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Re: Nutty Putty Cave, UT

Postby ron_miller » Dec 2, 2009 4:49 pm

David Grimes wrote:I know nothing at all about this cave first of all but is there a possibility that there may be a connection in another cave that might make sealing this cave ineffective? Also is there a possibility that another entrance could open in the future? I do not know much about caves in Utah but here in Indiana, while not extremely common, connections and new openings are found fairly regularly to known caves. If this is even a slight possibilty then sealing the entrance would definately not be the best solution.


According to the NuttyPuttyCave.com geology article,
Another new possibility is a new sink forming approximately 700 ft S15 degrees E of the entrance of nutty putty with a small amount of air blowing from it. Almost in line with it is another smaller sink approximately 500 ft from the Nutty Putty entrance. This may mean more cave paralleling the northern section, but with no known entrance in Nutty Putty itself. It would have the same sort of drainage as the southern part of Nutty Putty. There remains also the very remote possibility that there is a relationship between Nutty Putty and Rassle Knoll Pit.
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Re: Nutty Putty Cave, UT

Postby Caverdale » Dec 2, 2009 4:57 pm

David Grimes wrote:I know nothing at all about this cave first of all but is there a possibility that there may be a connection in another cave that might make sealing this cave ineffective? Also is there a possibility that another entrance could open in the future? I do not know much about caves in Utah but here in Indiana, while not extremely common, connections and new openings are found fairly regularly to known caves. If this is even a slight possibilty then sealing the entrance would definately not be the best solution.

No, there is virtually no chance of another entrance. All formations dip to the east about 45 degrees. Less than 100 feet to the east, where the passage in question heads, is the Deseret formation, which is shale at this location, so shale overlies much of the cave. The rest of the hill is nearly barren of vegetation, at least relative to the vegetation back east. The two other pits on the hill are quite distant and do not indicate in anyway of connecting. Thousands of people have walked and camped over the area and would have certainly noticed something. There are no sinkholes within miles.
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Re: Nutty Putty Cave, UT

Postby David Grimes » Dec 2, 2009 5:50 pm

Thanks for the info I was just curious about the possibility. I know here where I am you cannot go very far without finding a sinkhole but I am in a very karst rich area so I am not used to seeing caves without allot of sinkholes nearby.
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Re: Nutty Putty Cave, UT

Postby Anonymous_Coward » Dec 2, 2009 6:09 pm

ron_miller wrote:Has anyone investigated the possibility that significant microbial life may be present in Nutty Putty Cave?


No, it was not done when the cave was pristine. Now every passage has an elephant trail, most are floored with human-polished bedrock. I am not aware of any place in the cave where the namesake clay still exists. In short, there is certainly plenty of microbial life in the cave, but most of it would be of the human-introduced variety.

ron_miller wrote:Also, have any of the cave managers or the land owners considered the potential ramifications to the cave biota (and possibly microbiota) of completely sealing up the natural entrance to this cave?


Cave managers, yes. Land owners, no. Another concern is the persistent geothermal airflow.

ron_miller wrote:Is there any requirement for the land owner, SITLA, which appears to be an agency of the State of Utah, to undertake an environmental assessment before undertaking such an environmentally significant act as permanently sealing the cave?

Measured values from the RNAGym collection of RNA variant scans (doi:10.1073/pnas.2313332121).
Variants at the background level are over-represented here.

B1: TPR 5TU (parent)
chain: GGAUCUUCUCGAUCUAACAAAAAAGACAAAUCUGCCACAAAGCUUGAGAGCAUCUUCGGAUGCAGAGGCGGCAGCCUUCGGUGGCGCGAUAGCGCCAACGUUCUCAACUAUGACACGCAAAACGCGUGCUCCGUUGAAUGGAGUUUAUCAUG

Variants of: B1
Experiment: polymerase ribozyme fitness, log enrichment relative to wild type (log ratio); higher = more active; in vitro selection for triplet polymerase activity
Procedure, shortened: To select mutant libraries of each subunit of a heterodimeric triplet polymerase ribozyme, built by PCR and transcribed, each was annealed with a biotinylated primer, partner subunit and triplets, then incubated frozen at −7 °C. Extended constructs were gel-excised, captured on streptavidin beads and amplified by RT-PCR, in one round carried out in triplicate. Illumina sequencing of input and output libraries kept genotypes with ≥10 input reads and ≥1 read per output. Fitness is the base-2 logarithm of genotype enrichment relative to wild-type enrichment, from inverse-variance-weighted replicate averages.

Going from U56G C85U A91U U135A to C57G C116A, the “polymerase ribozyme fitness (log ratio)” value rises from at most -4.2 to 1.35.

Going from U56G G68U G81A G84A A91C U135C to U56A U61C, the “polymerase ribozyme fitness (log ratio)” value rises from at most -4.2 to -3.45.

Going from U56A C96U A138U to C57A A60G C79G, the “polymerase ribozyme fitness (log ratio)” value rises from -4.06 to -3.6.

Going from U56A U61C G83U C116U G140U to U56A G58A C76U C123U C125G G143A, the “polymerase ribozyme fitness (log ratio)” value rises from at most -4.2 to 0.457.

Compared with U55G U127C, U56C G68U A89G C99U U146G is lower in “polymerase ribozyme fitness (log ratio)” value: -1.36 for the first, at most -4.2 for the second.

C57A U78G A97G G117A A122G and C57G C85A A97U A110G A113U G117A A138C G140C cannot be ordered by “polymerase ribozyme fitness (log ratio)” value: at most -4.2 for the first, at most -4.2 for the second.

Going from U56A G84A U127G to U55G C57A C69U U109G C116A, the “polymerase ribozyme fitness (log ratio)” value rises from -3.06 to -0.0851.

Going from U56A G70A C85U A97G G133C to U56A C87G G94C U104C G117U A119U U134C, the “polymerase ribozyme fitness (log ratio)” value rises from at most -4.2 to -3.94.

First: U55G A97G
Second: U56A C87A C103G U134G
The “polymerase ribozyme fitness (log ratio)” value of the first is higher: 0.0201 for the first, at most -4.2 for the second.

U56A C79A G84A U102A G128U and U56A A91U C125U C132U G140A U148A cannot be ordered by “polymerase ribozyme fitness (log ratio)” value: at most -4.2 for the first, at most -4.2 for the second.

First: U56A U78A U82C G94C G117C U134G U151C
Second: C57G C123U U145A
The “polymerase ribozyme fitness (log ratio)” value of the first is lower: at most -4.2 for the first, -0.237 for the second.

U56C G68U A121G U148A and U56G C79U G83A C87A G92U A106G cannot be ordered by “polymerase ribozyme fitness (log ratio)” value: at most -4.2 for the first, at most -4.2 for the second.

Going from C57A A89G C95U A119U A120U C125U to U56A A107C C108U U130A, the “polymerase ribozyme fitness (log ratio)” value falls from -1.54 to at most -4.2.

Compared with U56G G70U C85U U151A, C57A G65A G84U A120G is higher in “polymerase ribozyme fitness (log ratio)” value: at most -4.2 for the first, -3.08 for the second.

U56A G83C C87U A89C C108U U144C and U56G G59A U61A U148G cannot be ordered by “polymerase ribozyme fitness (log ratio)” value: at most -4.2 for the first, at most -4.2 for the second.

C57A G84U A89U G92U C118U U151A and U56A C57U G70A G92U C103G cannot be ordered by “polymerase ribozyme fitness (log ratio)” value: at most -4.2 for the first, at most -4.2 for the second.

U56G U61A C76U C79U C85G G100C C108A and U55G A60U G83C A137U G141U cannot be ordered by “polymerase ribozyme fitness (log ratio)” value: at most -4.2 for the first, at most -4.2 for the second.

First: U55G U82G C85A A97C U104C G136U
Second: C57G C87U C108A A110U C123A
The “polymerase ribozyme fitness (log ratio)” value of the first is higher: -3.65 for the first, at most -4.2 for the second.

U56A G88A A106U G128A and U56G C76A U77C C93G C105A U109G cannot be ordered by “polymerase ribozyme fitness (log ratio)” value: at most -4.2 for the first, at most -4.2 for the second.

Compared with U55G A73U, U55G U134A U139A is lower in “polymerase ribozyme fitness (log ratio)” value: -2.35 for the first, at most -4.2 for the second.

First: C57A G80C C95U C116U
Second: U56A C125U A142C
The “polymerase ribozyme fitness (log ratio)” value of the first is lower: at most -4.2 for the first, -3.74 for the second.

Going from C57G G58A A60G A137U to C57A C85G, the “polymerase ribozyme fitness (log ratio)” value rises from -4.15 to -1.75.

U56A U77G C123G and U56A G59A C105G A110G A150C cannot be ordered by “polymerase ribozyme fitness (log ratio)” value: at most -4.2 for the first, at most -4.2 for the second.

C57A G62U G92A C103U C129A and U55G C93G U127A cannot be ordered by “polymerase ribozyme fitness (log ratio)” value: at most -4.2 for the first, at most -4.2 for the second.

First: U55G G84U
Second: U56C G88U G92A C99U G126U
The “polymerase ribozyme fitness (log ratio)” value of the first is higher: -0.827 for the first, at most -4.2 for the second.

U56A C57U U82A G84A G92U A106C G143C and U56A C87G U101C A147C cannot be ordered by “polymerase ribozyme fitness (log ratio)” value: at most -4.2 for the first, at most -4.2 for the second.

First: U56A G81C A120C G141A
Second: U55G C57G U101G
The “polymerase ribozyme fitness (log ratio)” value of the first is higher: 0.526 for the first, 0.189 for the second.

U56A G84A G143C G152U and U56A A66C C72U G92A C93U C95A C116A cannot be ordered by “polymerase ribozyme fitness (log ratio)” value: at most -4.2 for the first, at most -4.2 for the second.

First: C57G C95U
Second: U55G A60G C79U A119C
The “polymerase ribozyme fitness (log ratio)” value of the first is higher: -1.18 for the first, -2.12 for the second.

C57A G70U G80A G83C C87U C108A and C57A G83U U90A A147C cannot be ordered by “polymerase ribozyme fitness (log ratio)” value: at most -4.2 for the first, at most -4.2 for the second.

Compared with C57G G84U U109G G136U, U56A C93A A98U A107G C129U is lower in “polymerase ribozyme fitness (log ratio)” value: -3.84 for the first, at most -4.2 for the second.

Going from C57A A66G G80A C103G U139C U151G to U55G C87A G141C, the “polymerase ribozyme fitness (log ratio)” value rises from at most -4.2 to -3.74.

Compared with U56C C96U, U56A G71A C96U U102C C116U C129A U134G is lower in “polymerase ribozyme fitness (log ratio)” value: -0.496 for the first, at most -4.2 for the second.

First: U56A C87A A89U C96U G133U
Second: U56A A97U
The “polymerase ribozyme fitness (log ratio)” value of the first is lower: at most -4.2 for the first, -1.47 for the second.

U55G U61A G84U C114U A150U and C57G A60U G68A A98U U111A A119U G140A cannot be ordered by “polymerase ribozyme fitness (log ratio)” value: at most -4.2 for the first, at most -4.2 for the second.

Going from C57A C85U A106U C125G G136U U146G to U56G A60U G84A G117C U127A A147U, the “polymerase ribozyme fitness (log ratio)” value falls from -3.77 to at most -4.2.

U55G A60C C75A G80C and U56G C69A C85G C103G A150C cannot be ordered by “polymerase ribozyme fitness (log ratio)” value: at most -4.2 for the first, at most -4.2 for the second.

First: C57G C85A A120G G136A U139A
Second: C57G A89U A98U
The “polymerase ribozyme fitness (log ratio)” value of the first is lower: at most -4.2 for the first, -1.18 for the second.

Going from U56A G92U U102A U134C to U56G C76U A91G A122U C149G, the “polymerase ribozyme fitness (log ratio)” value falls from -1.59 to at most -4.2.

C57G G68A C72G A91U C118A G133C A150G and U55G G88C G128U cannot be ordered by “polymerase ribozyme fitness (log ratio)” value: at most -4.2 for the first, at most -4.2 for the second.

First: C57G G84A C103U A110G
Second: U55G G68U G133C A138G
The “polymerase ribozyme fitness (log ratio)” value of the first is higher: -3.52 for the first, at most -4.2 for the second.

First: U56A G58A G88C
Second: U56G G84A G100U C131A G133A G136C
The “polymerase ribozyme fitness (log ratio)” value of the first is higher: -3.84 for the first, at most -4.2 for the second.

No.

SITLA is a non-profit corporation and as such, manages private land, not public. It is the same as if this had happened on a farm in TN. The landowner has final say. Actually it is worse, as TN has a cave protection law and Utah does not. NEPA does not apply to state land, and the Utah state legislature has no intention of drafting any similar legislation.
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Re: Nutty Putty Cave, UT

Postby ron_miller » Dec 2, 2009 6:30 pm

Andy,

Thanks for the quick and comprehensive reply. I thought perhaps I might have identified a potentially productive angle to argue against precipitously sealing the cave, but that seems quite unlikely based on your responses.

Ron
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Re: Nutty Putty Cave, UT

Postby Anonymous_Coward » Dec 2, 2009 6:36 pm

Thanks for the effort. It is certainly a valid line of reasoning. I just wanted to let you know what we are up against here so you didn't spend too much time on it. I fear that Nutty Putty is lost for the time being.

That doesn't mean that the NSS shouldn't issue a statement, and it certainly doesn't mean that we shouldn't work towards a cave protection law here in Utah.
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Re: Nutty Putty Cave, UT

Postby Ralph E. Powers » Dec 2, 2009 9:16 pm

This is the word from Dave Shurtz who is a liasion between cavers and the Sheriff's depts and SITLA (the land owners)
It is what they have decided and so that is that!

For all interested,

I now have details of what the Sheriff's department are planning to do to the cave. The good part is that it leaves most of the cave intact for the future. Here they are for all of you:

First, as the family has determined to keep the body in the cave and use it as a tomb, the lower section of the slide part of the cave is to be blasted just below the drop where the ladder has been in that first belly crawl. This allows for the sanctity of that small part of the cave and also stops access to those parts of the lower area in the cave where people are likely to get stuck.

Second, To satisfy SITLA and yet comprimise for the cavers and the future, a cement plug will be poured in the belly crawl potion of the entrance. Plywood will be placed against the gate to preserve it intact. Cement will be poured to fill that area and up to the narrow part of the throat. The sinkhole will remain. This will be done to stop access to the cave while the body turns to bones (the smell is really bad already) and so long as SITLA and the political environment remain as they are. This preserves the cave intact and preserves the natural resource for future times when thinks are more favorable. The cement, with a lot of work can be removed and the cave would be back in business as before but without the constant hastle of the nasty tight areas we have had so much trouble with in the past.

Not a perfect solution but not total destruction of the cave which was what SITLA wanted.

This is just for your information.